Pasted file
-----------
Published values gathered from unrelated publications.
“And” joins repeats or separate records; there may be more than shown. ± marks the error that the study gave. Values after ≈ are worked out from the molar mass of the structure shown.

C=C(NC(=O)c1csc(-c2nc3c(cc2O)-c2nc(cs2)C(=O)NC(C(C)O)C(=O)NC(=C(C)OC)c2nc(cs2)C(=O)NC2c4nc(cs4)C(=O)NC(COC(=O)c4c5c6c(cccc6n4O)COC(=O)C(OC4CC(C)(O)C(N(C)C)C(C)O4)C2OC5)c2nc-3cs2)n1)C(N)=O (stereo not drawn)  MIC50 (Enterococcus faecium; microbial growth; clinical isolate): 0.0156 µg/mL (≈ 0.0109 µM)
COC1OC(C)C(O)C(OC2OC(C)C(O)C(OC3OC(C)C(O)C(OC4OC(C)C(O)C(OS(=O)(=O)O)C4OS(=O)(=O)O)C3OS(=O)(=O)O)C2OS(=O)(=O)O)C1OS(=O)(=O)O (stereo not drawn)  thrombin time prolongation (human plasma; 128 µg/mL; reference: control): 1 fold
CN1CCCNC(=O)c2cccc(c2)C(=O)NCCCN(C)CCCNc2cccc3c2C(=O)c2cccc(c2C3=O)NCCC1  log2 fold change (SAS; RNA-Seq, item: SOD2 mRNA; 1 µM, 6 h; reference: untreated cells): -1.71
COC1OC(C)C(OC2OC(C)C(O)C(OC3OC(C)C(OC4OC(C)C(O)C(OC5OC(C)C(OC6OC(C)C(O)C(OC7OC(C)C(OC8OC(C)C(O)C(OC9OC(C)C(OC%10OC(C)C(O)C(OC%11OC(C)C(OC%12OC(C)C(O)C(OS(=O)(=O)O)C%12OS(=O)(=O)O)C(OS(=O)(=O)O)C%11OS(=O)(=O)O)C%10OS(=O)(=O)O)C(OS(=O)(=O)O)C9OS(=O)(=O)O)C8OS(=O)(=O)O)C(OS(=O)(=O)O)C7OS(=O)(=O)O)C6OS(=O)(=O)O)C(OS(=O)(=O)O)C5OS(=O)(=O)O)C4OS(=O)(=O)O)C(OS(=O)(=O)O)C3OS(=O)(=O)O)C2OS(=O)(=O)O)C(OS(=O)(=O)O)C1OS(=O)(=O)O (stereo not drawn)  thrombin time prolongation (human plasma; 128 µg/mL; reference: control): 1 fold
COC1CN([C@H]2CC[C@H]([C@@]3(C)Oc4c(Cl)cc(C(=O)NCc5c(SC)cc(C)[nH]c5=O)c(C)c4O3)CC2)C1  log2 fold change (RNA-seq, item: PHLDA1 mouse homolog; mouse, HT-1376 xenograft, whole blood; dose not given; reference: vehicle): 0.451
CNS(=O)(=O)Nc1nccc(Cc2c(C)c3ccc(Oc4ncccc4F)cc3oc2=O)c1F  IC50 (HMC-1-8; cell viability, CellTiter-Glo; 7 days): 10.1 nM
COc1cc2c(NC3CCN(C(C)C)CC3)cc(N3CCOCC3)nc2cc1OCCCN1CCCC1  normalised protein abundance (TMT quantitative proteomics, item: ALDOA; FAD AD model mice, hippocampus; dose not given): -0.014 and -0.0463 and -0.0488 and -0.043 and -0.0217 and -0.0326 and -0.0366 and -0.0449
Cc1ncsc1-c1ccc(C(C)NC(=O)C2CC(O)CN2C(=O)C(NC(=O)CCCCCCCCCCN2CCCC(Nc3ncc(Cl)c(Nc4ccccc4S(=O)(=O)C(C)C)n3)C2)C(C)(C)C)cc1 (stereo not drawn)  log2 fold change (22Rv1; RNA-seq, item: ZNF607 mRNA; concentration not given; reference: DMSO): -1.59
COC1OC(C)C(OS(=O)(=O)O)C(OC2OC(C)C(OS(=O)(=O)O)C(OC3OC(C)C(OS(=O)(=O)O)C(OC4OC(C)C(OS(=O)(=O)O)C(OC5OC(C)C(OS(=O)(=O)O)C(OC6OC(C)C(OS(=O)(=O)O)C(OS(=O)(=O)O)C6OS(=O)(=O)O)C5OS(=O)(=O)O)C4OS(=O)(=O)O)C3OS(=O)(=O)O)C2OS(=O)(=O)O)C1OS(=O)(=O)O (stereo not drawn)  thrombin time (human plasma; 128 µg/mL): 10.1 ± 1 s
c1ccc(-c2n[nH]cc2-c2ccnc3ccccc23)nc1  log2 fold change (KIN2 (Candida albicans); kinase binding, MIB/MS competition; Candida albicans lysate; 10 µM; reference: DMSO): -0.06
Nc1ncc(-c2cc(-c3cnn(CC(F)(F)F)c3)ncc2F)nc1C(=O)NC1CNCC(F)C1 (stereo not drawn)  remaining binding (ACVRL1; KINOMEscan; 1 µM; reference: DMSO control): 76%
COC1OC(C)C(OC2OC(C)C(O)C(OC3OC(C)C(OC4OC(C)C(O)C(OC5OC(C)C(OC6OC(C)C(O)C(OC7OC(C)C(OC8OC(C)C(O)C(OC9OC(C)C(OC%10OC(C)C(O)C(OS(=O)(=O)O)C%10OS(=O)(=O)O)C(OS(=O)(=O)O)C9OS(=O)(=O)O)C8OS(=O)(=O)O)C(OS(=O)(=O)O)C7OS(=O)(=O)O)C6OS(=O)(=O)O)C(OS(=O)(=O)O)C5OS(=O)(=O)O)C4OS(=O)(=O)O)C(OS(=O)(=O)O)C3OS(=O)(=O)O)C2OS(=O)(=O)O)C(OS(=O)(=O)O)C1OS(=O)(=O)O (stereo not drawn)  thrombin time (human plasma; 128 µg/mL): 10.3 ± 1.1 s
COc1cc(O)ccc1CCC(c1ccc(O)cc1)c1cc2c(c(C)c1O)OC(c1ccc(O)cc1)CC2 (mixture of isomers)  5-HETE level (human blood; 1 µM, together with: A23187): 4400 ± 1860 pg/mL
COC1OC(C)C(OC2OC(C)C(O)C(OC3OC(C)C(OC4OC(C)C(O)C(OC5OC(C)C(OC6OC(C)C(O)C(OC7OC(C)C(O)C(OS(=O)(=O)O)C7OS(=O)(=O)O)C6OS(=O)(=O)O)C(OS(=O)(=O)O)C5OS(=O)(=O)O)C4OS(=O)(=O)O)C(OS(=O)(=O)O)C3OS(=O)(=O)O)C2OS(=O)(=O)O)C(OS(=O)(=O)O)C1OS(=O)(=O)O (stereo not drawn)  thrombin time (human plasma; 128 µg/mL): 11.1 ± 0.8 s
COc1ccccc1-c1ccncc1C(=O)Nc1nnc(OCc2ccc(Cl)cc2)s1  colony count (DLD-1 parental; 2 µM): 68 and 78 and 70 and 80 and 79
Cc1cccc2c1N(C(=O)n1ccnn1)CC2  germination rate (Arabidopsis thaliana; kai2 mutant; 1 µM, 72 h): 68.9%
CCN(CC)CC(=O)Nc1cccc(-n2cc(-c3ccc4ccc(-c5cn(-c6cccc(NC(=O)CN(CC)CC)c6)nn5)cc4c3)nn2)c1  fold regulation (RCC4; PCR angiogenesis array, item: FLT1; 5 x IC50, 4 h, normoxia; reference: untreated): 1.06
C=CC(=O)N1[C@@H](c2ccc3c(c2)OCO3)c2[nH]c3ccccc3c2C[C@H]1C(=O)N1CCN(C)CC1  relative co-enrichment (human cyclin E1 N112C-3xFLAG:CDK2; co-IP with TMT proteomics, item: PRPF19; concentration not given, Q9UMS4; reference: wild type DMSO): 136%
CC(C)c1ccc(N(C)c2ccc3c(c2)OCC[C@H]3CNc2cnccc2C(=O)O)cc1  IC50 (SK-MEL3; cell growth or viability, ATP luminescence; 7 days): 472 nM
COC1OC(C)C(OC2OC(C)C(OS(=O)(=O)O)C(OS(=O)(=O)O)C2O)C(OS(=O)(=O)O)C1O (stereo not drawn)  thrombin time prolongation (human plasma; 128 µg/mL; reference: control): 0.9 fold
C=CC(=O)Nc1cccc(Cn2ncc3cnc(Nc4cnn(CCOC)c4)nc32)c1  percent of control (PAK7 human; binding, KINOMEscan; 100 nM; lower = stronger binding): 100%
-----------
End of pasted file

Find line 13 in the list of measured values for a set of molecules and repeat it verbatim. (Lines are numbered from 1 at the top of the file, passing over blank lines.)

Nc1ncc(-c2cc(-c3cnn(CC(F)(F)F)c3)ncc2F)nc1C(=O)NC1CNCC(F)C1 (stereo not drawn)  remaining binding (ACVRL1; KINOMEscan; 1 µM; reference: DMSO control): 76%